Three-month nickel on the London Metal Exchange (LME) was on the rise Wednesday and Thursday following Indonesia's reaffirmation of its ore export ban, as well as concerns about an ore shortage in China. The base metal's gains began after Bambang Adi Winarso, senior adviser to Indonesia's coordinating minister for economic affairs, said Wednesday that the country's ban on unprocessed ore exports will stay in place. Specifically, LME nickel for delivery in three months rose $134 to hit $16,279 per metric ton (MT), as per Bloomberg. It might seem odd that comments about the ban had an effect on the nickel price — after all, it's been in place since January — but given that some market participants have speculated that the country will not retain it, any confirmation that it will stay is important. As mentioned, nickel's positive price run continued Thursday. At that time, three-month LME nickel jumped to $16,380 per MT, its highest since October 15, later dipping back down to $16,217, according to Reuters.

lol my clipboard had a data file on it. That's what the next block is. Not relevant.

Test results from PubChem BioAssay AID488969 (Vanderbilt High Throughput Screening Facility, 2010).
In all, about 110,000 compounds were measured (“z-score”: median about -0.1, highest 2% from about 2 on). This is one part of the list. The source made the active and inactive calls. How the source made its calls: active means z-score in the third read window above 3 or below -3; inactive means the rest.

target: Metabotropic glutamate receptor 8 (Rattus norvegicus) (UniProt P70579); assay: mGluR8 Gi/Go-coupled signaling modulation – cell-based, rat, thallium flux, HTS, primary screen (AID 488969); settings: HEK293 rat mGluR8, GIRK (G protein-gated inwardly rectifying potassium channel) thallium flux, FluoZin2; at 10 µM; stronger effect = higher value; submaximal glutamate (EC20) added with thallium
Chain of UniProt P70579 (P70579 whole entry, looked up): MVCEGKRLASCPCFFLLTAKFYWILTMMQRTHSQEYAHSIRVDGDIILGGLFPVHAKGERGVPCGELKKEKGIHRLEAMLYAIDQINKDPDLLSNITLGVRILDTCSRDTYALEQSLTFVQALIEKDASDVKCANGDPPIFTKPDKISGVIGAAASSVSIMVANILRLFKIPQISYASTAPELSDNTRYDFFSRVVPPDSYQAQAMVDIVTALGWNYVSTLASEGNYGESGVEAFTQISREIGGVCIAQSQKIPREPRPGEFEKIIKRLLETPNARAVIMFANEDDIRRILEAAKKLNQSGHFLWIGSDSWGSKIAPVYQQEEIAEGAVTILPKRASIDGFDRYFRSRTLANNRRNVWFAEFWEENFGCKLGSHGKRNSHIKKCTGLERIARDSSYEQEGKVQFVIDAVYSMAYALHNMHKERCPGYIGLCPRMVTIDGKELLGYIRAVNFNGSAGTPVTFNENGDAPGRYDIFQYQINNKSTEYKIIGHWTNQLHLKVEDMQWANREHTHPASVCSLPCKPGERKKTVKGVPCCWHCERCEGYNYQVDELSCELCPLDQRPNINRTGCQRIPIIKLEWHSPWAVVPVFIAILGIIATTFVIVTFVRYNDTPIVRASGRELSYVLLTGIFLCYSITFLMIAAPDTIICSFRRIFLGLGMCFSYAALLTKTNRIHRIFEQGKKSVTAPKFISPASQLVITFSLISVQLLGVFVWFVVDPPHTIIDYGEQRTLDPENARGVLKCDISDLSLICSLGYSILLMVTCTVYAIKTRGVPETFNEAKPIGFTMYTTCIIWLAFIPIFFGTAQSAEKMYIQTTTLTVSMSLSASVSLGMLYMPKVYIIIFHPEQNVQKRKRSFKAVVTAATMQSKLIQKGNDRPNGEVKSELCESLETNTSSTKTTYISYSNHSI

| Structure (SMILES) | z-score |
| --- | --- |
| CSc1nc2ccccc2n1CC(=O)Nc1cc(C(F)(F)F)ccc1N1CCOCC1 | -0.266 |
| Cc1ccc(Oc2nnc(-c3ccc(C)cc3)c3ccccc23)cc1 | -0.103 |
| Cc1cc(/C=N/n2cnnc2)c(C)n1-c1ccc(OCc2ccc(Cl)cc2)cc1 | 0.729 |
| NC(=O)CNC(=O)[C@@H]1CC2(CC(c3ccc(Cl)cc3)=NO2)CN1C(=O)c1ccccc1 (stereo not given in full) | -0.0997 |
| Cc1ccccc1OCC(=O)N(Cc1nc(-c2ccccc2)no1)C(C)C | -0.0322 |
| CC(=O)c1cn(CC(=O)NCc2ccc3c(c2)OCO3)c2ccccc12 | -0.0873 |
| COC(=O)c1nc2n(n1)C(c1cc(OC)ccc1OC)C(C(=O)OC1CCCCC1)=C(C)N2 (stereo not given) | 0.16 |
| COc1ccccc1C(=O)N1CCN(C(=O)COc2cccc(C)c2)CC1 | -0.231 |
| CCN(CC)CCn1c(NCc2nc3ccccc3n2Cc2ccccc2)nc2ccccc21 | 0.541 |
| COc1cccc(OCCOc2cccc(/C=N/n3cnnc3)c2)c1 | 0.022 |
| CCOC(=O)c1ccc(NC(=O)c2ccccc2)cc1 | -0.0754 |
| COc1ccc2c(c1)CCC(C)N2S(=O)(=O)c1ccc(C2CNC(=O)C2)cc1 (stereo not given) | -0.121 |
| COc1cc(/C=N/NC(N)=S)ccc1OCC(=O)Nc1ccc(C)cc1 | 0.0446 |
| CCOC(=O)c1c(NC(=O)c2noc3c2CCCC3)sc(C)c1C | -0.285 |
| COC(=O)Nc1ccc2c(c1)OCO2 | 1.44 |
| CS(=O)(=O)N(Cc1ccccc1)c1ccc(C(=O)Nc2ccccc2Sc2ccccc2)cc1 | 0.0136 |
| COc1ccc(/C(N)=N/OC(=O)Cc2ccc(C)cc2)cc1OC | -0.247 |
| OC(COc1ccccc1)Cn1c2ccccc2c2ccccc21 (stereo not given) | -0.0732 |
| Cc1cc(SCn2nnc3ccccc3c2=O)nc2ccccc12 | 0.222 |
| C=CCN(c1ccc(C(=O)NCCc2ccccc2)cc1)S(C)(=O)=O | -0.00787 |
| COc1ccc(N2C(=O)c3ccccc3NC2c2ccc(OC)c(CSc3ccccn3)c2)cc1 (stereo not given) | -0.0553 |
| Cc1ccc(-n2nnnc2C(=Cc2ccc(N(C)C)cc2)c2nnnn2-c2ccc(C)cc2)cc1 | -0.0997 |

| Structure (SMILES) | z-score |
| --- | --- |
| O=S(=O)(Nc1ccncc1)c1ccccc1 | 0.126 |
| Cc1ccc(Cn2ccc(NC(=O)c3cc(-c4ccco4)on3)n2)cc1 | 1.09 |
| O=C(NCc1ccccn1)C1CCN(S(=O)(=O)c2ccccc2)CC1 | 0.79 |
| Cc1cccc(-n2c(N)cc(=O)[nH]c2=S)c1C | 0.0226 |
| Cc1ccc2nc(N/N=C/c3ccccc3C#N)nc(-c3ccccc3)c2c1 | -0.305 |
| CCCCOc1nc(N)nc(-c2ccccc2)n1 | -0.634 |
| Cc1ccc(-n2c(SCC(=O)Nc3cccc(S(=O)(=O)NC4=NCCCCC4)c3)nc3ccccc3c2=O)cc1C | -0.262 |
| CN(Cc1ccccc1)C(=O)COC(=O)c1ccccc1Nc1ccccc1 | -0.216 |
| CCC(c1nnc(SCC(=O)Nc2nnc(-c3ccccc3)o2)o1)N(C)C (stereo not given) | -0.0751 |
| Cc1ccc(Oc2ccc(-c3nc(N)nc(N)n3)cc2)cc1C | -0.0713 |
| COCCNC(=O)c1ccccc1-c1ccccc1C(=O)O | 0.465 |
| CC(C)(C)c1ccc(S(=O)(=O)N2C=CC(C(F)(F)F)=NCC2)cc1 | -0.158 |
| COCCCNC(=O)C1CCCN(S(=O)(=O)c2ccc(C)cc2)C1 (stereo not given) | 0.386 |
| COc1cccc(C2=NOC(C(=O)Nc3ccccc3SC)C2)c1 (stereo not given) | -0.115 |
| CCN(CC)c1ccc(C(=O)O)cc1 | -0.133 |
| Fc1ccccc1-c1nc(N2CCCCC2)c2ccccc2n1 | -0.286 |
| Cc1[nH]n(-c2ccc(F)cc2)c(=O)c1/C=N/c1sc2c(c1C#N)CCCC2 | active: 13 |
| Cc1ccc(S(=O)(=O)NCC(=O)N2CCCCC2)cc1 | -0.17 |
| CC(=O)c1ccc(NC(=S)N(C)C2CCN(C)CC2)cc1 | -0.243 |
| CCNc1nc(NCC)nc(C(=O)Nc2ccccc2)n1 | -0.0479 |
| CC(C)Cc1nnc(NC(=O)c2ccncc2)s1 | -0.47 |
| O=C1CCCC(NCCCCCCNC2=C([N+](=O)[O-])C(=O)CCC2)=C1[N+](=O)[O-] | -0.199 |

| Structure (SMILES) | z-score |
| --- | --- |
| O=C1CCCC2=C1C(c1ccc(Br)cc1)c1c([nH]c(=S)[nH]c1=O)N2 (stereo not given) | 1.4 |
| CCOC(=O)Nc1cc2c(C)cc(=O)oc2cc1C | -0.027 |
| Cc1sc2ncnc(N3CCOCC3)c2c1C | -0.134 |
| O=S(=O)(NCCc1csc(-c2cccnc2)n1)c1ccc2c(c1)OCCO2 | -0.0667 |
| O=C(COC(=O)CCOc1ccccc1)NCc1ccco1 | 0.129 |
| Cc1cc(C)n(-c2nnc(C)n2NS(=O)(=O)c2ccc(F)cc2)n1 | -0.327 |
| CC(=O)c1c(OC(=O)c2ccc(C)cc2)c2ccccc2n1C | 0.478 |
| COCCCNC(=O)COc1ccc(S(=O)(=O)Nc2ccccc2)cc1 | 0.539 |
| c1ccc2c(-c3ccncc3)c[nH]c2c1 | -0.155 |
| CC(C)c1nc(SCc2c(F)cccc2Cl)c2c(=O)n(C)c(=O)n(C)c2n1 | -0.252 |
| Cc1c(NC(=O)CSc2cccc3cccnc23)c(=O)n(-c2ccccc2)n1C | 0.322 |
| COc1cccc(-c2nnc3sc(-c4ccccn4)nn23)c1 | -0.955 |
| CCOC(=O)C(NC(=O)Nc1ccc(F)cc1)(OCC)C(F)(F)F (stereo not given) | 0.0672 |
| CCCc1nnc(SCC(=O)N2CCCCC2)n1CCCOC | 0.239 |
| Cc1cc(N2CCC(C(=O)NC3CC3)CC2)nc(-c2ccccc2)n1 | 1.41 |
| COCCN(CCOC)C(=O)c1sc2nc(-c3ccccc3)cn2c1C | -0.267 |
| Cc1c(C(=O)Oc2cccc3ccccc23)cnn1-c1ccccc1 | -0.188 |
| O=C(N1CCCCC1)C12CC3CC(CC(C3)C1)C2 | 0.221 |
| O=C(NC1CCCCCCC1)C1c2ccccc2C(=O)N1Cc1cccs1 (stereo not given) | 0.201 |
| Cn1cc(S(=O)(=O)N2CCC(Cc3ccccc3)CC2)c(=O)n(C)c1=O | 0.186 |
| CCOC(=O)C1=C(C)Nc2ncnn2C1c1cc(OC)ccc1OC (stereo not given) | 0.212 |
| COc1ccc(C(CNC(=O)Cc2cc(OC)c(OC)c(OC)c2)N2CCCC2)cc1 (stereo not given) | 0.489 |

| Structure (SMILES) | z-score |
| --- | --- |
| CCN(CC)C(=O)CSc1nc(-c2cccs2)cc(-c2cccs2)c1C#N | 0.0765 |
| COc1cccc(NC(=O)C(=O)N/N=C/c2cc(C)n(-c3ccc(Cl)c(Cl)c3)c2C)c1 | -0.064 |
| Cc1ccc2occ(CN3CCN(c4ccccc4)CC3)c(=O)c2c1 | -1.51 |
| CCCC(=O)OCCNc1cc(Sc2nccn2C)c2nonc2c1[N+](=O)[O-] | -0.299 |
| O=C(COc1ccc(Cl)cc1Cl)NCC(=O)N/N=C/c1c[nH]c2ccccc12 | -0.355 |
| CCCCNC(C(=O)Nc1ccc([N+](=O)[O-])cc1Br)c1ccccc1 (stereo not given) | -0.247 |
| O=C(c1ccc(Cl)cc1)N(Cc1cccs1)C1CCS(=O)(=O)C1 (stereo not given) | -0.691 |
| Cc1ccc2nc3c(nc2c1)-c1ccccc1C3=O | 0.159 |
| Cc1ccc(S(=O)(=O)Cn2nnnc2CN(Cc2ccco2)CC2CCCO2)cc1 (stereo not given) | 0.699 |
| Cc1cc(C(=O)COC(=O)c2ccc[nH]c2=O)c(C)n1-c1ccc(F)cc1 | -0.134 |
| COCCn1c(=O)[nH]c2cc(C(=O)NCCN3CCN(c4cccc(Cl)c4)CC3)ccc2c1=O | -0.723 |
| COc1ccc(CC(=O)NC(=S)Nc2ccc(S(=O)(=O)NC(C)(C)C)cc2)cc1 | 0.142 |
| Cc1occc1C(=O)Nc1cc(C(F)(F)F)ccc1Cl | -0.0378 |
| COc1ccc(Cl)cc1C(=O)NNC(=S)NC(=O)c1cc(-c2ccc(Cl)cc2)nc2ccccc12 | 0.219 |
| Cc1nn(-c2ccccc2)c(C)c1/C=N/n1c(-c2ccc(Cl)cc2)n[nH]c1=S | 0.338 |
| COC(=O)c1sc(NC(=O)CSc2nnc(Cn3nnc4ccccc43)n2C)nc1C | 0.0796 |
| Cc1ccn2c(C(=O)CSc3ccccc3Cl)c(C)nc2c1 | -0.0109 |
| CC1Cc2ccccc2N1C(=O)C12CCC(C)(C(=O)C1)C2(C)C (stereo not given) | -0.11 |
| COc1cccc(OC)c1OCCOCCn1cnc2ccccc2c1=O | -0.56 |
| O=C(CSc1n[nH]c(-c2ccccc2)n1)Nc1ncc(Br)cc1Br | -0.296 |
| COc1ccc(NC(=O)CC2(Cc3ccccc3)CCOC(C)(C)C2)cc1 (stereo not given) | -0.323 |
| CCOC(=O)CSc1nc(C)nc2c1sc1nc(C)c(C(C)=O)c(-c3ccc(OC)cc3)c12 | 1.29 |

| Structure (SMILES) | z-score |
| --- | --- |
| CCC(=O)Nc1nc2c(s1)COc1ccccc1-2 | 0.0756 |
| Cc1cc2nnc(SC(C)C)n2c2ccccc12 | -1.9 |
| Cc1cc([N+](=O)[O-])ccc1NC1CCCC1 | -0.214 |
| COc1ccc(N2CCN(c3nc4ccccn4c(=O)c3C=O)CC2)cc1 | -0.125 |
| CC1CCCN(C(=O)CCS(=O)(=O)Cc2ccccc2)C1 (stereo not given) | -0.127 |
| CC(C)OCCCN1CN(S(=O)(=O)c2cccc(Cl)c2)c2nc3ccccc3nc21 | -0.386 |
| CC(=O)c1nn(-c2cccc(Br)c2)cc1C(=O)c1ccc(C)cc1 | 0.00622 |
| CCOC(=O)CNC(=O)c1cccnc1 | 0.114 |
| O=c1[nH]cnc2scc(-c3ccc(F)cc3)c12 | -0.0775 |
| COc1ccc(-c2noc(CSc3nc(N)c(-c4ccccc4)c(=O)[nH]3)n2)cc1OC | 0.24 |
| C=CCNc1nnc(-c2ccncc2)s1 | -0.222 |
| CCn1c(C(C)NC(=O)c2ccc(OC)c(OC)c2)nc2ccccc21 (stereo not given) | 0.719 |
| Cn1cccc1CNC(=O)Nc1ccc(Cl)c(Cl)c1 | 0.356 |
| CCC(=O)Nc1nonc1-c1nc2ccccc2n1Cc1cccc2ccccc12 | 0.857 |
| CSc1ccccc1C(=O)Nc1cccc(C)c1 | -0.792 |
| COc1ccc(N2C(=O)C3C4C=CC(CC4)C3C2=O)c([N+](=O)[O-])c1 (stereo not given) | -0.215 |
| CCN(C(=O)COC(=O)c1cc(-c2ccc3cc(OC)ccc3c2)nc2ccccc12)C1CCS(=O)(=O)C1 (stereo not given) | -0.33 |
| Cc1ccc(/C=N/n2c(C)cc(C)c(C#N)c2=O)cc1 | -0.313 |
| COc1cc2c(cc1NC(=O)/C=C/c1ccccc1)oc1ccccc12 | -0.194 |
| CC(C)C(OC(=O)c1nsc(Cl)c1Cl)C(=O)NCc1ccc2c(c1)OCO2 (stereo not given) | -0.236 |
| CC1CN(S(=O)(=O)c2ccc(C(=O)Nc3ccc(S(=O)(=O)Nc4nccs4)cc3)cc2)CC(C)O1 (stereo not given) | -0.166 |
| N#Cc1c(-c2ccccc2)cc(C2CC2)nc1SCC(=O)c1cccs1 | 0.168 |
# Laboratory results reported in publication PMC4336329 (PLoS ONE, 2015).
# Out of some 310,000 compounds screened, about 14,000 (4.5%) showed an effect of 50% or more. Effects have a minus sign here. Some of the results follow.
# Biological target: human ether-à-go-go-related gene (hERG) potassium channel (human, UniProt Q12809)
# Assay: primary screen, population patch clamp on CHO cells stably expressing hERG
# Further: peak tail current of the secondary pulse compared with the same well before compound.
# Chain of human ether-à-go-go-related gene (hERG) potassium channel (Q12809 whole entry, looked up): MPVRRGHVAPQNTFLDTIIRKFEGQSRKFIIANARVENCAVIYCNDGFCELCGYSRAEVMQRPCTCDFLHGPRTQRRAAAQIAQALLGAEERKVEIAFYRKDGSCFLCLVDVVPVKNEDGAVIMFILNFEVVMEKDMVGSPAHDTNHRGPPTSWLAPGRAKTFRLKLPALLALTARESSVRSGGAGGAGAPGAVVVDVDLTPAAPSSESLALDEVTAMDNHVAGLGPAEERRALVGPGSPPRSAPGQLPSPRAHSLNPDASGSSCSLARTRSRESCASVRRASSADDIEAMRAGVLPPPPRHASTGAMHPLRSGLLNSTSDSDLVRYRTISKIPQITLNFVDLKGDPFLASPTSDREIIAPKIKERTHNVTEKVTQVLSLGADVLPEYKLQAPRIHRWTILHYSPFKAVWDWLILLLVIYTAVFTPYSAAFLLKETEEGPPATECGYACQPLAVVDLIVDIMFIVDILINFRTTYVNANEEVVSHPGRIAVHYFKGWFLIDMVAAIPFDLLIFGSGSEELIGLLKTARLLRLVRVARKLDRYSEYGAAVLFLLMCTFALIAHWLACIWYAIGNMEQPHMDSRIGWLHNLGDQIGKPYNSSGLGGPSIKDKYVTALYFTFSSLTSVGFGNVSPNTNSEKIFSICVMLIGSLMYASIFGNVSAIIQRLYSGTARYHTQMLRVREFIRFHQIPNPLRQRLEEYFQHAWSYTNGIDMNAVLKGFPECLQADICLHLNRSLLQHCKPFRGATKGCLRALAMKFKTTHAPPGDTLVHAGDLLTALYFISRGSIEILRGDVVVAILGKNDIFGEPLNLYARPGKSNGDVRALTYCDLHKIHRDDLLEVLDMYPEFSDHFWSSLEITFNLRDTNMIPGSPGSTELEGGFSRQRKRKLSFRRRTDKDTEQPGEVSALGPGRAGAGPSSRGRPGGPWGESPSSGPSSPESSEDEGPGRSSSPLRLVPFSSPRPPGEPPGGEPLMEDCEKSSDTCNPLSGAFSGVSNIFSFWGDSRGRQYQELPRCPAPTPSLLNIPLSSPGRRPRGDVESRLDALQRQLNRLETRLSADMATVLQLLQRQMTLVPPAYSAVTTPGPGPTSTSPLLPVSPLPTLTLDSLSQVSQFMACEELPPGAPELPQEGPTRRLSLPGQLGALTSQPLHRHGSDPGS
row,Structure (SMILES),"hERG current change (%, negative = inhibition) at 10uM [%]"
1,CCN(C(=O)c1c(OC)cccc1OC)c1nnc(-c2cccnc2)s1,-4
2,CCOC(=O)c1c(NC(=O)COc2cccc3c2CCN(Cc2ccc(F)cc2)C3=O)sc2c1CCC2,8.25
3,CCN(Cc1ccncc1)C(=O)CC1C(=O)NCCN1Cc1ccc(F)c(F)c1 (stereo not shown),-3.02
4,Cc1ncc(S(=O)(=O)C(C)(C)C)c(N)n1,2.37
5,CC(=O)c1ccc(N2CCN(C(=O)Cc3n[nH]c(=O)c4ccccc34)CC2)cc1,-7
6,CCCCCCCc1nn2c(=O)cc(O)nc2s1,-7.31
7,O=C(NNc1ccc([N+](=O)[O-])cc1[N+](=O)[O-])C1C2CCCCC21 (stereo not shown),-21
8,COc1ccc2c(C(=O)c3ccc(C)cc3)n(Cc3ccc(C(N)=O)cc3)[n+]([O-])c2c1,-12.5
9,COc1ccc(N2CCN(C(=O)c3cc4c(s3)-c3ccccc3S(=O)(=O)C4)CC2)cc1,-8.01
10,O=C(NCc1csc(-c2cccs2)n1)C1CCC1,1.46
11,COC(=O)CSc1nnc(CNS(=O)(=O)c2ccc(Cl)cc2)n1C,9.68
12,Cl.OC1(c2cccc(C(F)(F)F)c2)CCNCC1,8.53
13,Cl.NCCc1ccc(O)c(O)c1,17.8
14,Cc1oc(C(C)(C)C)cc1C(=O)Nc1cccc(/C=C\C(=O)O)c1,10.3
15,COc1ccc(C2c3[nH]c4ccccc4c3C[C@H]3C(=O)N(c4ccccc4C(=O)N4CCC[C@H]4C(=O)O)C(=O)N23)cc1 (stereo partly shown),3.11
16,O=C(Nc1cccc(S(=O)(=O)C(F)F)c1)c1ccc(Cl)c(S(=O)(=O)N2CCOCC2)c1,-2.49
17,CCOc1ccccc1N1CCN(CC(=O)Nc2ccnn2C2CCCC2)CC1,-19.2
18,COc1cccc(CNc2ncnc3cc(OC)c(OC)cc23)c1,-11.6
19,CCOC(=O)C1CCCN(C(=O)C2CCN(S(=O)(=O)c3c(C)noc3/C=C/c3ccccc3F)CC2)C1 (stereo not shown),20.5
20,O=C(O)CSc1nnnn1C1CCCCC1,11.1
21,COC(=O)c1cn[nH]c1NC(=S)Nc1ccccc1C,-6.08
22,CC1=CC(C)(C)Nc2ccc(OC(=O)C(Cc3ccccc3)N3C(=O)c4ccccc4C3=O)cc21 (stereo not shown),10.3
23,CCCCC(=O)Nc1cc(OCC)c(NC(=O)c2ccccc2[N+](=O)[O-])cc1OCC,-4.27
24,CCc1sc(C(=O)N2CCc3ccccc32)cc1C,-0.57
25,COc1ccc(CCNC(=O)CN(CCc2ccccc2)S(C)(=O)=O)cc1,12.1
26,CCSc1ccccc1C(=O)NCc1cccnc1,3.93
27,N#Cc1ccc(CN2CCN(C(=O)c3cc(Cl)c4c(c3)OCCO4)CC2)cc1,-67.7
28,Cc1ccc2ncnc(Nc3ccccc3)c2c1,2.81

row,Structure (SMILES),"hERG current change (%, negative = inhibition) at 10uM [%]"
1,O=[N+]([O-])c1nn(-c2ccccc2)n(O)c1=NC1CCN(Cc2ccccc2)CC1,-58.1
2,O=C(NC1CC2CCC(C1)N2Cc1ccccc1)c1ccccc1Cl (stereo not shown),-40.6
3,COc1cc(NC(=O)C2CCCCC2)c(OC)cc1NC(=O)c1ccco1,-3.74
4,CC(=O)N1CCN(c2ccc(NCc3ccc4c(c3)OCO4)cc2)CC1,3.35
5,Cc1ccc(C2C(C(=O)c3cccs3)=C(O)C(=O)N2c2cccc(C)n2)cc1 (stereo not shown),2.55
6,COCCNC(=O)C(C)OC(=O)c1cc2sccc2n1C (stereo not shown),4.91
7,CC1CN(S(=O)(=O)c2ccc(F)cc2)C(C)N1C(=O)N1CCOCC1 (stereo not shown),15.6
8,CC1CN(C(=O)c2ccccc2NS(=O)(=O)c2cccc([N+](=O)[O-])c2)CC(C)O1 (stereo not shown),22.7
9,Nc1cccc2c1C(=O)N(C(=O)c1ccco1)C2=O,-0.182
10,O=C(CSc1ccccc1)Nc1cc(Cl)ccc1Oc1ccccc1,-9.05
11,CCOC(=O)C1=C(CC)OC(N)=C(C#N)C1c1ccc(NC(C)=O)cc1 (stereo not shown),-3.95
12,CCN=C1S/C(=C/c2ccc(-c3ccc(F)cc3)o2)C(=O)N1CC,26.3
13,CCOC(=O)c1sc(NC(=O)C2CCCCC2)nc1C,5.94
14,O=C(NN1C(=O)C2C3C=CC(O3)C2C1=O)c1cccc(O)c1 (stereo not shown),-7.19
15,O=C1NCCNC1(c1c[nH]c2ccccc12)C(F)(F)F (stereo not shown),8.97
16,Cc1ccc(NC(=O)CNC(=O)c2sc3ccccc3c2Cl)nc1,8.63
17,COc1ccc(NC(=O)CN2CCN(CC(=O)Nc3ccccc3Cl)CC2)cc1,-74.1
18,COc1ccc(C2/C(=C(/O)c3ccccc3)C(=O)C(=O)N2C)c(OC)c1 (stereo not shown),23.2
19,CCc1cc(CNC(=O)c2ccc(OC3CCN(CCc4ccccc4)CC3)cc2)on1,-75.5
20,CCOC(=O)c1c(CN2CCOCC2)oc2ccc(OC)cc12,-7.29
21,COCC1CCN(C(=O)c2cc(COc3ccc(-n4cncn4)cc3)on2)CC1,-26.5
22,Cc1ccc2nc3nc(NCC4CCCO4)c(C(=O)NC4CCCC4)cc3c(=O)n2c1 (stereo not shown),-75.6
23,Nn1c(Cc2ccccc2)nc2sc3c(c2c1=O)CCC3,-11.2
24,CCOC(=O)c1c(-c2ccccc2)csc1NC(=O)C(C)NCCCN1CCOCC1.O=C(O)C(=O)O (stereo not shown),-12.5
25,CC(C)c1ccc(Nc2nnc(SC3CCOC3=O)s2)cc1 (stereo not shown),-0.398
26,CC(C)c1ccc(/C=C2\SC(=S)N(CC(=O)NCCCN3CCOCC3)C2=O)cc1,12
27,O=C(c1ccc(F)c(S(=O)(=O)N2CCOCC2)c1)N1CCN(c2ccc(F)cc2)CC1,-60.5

Pushing the metal up was news that Chinese stainless steel producers, which are currently importing lower-quality ore from the Philippines "to supplement their stockpiles," may ultimately run short of the material. Joel Crane, a Melbourne-based Morgan Stanley analyst, told Reuters, "[t]he chances of a supply gap are fairly high," though he added, "I don't think it's going to be as acute as consensus price forecasts suggest." More gains to come? Nickel has had a topsy-turvy year thus far. Though Bloomberg notes that it's up 16 percent for the year, the metal has slumped from the highs it hit earlier in 2014, when the Indonesian ban was fresher and the Philippines was talking about implementing a similar ban. As a result, it's tough to say what's next for the metal.